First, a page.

As one who appreciates the writing of Ellen White, I think she offers us some helpful guidelines as well. I think it would be beneficial to consult with her on this subject. And, in reading some of what she says, as well as reflecting upon biblical principles and continued scientific understanding of music’s effect, here are some broad principles that I think are helpful when pursuing the music of heaven. Perhaps all of us should reflect upon these principles when we are leading out in music.

1. No worship should be entered into without a great deal of prayer, preparation, and biblical reflection. I need to remember this as much as the next guy.

2. We are to worship God in “spirit and truth” (John 4:23). This means I will avoid songs where the lyrics do not reflect an accurate understanding of biblical truth. We need to be especially careful with this because, far too often, the lyrics that are being sung enter into our psyche subconsciously and often with little intelligent reflection.

3. If I am confronted with the possibility that the way my music is played may inherently prevent a person from using their reasoning abilities, I will want to avoid performing in such a way.

4. We should never perform music that may be injurious to people’s health. This is not simply subjective. It can be empirically judged. For example, I need to make sure that the music is not so loud that it damages a person’s eardrums.

I also will want to avoid screaming. Such affects the vocal chords in a negative way. So if this means I need to turn down the volume on other instruments, then I need to be prepared to do this.

I will also avoid performing in such a way that encourages people to smash into each other. This is just one other example.

5. Similarly, if we are singing for the purpose of coherent biblical and spiritual reflection—which should be our goal—I will never want to lead out in music in such a way that any accompanying instrument monopolizes the music and leaves the singing undistinguishable. Thus, I will definitely want to make sure that any other instrument is turned down and serves as a supplemental “dish,” rather than the main course.

6. I must recognize that certain types of music have worldly “associations” for some people, and I need to respect their views. If such is the case, I will want to avoid those types of music so as not to place those individuals in a situation where they unwillingly have to recall their former experiences that they are trying to put behind them.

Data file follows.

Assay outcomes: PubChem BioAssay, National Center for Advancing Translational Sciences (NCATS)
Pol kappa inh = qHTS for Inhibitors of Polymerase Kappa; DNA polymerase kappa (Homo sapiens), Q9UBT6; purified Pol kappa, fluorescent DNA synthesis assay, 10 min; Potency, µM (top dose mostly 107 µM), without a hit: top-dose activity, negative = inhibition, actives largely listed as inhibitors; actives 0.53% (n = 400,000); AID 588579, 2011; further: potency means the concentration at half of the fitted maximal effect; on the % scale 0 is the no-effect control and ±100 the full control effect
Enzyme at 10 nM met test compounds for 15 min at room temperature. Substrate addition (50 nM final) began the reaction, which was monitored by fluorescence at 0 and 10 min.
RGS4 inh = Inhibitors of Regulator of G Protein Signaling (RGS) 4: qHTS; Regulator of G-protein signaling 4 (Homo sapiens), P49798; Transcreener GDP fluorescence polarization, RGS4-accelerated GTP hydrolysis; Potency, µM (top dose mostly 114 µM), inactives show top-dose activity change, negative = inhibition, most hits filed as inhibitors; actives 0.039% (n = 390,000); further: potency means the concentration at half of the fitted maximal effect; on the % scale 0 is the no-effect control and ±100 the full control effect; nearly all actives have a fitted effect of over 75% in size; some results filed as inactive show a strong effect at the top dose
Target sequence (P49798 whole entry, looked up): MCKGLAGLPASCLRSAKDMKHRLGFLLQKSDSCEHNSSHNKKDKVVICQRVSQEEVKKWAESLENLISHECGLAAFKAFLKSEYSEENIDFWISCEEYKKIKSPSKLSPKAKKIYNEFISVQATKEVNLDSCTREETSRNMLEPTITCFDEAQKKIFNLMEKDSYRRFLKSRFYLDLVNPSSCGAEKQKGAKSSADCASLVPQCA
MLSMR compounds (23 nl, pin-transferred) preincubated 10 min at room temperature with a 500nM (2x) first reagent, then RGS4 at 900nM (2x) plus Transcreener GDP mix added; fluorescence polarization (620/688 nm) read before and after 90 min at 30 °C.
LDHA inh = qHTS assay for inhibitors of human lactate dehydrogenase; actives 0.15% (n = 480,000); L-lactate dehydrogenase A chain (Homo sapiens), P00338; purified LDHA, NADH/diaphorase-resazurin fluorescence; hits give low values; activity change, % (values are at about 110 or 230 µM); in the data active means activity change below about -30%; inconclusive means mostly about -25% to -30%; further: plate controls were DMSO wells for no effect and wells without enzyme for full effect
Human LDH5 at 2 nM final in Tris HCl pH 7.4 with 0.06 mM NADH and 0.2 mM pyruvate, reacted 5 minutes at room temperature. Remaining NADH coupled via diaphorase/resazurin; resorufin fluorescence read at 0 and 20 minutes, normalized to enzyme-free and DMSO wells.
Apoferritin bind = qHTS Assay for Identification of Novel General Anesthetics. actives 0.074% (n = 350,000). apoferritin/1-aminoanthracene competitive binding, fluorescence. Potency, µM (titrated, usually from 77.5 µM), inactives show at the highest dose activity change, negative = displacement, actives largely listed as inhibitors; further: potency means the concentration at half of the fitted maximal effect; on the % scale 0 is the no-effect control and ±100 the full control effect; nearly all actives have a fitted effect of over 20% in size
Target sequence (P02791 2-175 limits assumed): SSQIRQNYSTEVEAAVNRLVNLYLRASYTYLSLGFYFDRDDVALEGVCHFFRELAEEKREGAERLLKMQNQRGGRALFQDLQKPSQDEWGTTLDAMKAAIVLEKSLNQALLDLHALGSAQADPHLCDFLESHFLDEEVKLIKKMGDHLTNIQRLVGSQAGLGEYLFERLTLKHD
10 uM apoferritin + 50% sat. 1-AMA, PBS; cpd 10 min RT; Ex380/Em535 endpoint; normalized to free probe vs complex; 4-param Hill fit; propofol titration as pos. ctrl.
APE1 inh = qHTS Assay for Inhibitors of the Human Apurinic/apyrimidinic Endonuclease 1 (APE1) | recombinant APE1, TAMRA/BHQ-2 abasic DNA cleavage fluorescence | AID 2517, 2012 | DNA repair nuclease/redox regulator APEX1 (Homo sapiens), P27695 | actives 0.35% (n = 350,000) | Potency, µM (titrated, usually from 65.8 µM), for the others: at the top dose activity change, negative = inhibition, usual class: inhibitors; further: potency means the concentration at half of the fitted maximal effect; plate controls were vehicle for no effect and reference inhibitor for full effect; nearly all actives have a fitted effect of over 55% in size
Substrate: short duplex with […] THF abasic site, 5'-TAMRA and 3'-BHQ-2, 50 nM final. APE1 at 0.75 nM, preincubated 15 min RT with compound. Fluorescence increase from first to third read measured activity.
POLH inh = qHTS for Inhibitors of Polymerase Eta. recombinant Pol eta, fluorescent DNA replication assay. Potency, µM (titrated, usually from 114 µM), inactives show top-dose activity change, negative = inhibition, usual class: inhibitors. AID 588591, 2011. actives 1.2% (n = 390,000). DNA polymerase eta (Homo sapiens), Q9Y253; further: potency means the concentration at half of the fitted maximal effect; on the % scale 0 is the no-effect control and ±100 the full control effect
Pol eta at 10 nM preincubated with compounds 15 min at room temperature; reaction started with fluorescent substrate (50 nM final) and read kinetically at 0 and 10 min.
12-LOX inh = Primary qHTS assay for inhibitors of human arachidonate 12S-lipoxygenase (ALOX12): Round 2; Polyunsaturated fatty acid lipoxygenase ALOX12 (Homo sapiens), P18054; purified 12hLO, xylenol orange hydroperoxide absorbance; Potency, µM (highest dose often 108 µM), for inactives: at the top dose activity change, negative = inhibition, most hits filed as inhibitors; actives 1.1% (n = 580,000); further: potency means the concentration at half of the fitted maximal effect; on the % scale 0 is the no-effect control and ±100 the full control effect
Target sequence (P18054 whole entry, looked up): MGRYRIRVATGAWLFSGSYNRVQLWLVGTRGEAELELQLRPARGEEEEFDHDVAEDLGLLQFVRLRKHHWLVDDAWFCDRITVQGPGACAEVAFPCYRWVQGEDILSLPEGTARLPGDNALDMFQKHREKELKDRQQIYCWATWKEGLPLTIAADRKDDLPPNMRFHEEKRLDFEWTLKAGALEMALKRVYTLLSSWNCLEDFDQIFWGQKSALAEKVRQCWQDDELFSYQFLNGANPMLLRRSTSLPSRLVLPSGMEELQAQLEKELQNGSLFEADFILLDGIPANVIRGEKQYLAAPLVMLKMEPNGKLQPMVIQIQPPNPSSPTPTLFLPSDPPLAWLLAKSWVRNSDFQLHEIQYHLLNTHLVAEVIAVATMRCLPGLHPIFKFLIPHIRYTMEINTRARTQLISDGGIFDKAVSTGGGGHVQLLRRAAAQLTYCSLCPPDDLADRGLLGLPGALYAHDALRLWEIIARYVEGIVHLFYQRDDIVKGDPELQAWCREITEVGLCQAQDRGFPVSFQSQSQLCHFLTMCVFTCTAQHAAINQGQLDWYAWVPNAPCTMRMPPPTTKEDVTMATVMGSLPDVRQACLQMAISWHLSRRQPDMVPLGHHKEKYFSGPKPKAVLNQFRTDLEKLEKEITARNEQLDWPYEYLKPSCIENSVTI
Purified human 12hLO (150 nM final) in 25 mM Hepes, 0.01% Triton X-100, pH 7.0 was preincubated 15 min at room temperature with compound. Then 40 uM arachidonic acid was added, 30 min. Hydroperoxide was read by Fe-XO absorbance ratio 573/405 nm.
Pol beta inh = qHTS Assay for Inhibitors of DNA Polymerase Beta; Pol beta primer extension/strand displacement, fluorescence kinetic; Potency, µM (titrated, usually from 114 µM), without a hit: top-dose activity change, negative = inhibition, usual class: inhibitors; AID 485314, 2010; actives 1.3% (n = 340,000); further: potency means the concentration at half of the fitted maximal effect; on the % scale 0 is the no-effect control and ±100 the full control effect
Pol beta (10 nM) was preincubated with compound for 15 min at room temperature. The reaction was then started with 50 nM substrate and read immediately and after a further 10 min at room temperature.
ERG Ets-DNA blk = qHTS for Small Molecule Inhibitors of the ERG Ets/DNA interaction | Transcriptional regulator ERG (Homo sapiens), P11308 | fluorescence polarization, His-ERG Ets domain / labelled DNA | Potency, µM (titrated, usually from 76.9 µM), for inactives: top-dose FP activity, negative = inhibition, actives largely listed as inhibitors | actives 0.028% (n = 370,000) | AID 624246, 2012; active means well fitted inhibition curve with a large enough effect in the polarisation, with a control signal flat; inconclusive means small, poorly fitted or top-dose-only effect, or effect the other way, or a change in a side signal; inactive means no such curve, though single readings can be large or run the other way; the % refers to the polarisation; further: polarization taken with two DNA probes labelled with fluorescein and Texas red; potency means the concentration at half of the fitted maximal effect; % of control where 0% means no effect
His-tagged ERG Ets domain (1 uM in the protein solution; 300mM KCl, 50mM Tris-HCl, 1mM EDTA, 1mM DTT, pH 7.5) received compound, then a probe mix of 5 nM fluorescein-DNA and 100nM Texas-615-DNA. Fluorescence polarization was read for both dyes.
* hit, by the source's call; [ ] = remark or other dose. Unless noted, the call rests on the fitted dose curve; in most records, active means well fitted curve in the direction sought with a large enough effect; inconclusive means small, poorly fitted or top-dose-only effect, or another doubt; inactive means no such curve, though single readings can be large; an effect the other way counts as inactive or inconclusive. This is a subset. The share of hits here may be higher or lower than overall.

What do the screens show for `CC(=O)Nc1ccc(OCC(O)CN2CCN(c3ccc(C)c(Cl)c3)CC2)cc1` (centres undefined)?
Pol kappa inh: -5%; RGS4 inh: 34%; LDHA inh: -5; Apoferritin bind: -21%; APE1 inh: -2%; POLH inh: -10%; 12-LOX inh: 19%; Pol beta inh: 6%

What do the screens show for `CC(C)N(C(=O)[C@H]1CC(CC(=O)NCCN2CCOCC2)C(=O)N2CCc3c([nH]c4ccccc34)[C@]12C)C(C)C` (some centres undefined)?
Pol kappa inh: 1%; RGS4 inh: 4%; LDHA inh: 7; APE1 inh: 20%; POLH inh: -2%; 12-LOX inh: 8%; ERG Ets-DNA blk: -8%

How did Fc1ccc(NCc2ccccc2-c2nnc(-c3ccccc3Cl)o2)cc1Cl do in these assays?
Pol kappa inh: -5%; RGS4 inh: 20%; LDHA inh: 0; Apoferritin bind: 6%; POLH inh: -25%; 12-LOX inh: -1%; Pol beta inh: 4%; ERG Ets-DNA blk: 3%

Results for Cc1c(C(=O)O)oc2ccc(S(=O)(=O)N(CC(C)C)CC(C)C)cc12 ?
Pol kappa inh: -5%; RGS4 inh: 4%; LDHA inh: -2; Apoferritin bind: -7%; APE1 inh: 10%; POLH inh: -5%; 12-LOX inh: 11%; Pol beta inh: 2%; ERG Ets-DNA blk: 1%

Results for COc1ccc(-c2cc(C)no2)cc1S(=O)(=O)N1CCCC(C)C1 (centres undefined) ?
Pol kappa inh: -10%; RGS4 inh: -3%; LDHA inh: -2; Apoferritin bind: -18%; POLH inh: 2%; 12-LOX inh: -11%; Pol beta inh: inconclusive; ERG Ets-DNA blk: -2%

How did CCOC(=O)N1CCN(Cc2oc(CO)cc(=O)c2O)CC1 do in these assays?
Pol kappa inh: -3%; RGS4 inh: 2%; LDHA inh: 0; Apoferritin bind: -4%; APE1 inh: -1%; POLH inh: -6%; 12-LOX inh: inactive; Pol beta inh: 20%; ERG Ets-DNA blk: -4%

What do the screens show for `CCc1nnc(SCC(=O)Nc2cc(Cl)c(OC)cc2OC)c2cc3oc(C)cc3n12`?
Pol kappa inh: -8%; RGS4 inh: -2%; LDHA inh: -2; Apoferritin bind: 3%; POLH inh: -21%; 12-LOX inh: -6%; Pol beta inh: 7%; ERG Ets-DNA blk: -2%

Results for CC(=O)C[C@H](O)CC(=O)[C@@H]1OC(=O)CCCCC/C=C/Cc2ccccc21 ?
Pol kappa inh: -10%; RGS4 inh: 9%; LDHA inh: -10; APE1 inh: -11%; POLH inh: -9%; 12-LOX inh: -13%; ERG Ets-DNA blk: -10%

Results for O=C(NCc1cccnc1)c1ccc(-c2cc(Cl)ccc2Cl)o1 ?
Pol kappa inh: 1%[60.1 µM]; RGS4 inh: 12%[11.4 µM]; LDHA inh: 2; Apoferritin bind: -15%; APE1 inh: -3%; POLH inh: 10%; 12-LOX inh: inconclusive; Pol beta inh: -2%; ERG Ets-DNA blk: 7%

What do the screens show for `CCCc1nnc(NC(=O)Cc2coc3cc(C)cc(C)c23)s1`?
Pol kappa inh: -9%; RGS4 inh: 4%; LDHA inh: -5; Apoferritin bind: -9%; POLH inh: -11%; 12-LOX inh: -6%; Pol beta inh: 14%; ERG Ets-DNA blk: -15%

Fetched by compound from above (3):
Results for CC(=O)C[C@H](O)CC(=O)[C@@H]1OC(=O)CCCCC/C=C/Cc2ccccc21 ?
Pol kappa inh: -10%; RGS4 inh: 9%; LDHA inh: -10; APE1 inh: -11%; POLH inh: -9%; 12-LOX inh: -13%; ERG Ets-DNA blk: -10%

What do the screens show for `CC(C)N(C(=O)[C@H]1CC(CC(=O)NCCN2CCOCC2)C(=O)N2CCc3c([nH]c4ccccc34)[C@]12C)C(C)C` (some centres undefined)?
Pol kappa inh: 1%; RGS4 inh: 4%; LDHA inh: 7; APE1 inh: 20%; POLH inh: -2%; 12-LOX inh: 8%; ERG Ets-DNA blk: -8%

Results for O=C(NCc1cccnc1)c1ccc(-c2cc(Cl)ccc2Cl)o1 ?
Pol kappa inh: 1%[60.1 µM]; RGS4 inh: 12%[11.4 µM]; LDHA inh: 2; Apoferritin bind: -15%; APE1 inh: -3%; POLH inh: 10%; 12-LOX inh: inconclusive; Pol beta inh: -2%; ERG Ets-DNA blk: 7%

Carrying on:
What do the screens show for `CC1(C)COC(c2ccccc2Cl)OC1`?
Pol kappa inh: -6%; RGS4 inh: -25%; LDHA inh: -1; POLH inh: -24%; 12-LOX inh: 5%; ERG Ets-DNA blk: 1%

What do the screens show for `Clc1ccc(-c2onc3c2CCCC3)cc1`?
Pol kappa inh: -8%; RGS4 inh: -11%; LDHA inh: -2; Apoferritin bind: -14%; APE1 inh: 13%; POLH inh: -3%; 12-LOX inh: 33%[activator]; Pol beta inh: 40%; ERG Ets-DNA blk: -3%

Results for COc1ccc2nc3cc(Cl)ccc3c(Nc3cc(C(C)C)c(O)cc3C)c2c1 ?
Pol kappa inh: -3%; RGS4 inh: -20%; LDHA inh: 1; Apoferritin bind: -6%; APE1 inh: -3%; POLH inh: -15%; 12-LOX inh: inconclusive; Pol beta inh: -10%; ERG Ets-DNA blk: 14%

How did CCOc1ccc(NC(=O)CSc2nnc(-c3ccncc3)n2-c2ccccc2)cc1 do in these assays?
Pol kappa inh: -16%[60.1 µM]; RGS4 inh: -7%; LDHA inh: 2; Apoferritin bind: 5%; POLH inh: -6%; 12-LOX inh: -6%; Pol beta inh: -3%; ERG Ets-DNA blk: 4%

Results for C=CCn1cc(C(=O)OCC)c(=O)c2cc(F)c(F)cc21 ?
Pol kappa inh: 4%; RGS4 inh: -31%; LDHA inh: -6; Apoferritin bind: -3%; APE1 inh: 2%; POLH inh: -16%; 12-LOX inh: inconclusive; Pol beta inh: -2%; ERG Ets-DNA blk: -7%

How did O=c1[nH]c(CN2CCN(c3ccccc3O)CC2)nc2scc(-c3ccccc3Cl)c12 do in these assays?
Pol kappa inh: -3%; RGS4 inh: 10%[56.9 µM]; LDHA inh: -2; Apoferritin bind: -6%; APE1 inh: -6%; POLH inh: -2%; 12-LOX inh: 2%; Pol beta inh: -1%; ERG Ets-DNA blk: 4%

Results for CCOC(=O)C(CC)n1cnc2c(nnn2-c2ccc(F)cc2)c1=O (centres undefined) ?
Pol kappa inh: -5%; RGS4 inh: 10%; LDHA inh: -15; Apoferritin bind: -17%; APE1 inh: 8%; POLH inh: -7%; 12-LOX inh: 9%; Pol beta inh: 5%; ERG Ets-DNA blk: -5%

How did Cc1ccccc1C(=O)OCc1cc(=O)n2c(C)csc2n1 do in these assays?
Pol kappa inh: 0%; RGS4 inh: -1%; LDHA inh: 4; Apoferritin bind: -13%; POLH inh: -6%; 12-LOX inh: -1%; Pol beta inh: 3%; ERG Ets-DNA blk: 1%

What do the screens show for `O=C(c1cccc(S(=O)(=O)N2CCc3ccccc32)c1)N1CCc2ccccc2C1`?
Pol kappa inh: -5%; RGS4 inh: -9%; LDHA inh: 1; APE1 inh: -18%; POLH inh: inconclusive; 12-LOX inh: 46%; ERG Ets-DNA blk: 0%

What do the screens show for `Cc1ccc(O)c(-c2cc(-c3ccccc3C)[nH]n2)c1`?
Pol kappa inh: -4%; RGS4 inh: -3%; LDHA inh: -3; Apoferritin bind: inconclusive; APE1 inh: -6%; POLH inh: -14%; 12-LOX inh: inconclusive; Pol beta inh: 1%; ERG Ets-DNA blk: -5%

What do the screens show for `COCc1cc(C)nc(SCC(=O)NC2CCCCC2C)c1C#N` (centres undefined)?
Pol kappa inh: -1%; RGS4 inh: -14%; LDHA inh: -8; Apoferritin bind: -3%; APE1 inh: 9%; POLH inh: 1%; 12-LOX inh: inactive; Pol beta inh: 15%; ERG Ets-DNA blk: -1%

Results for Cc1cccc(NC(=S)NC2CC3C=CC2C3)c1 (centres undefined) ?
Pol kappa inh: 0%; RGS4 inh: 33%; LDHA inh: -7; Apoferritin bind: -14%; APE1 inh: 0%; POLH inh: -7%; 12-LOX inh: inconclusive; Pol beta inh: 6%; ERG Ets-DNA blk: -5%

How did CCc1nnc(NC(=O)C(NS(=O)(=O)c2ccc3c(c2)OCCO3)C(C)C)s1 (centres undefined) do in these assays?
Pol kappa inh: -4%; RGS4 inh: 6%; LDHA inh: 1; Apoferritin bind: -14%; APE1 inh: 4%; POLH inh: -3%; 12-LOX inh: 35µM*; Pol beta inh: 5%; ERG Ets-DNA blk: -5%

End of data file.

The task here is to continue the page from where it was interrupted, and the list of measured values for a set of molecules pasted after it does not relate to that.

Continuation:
7. If my music offends someone, I need to be willing to lay it aside for the sake of my brother or sister. It is not worth alienating relationships over, or destroying the work of God for the sake of “food.”

At the same time, if I disagree with someone’s music, even if I am convicted that it is “evil,” I need to approach the subject lovingly and treat others how I wish they would treat me. I must follow the example of Christ, who, instead of running away from evil, not only ate with sinners, but took up residence in sinful human flesh.

Music is an “arguable” topic, and is not a moral issue to the extent that any of the Ten Commandments are. It is not worth alienating relationships to make my point about music, one way or the other.

Monday, March 30, 2009

Epistemology, Utilitarianism, and Music - Part 1

Worship and Music. Music and Worship. Such hot potatoes. And something that I have been meaning to write about for quite a while. Until now I have put it off (though pausing for limited remarks here). But I think this is the perfect time to write on this subject - especially in light of some things that happened this past weekend at a conference that I attended.

Without going into a great deal of detail, or passing judgment on those involved, let me just share a brief sketch of what went on. I attended an evangelism conference this past weekend in Maine along with 175 other persons from my particular denomination. All Seventh-day Adventist pastors in Northern New England were in attendance, as well as "laypersons" from each church, and the church administrators in this region. We were all there to learn about evangelism and outreach.

Music inadvertently became one of the focuses, however, when the group that was leading out in the music chose to sing "contemprary" songs and utilized an electric drum set. To my thinking, this is probably the first time that such an ensemble has been used for a conference-wide initiative for a bunch of adults. It did not go over very well, to say the least. Each time the group got up to sing, a mass of people (numbering probably anywhere from 30-40) promptly stood to their feet and exited the gymnasium. When the music ended, they filed back into the gym, visibly showing their disappointment/disdain/frustration over the music.

It all came to a head on Sunday morning when one of the exiting individuals was granted a chance to address the whole audience for a few seconds. He did not get prior approval from administrators to do so, though he was allowed a chance to speak by an unsuspecting guest who was one of the weekend presenters. Before he could complete his talk, which revealed the fact that many attendees were upset about the music, a conference administrator took the microphone from him and politely, but firmly, thanked him for sharing, but said it would not be necessary to continue.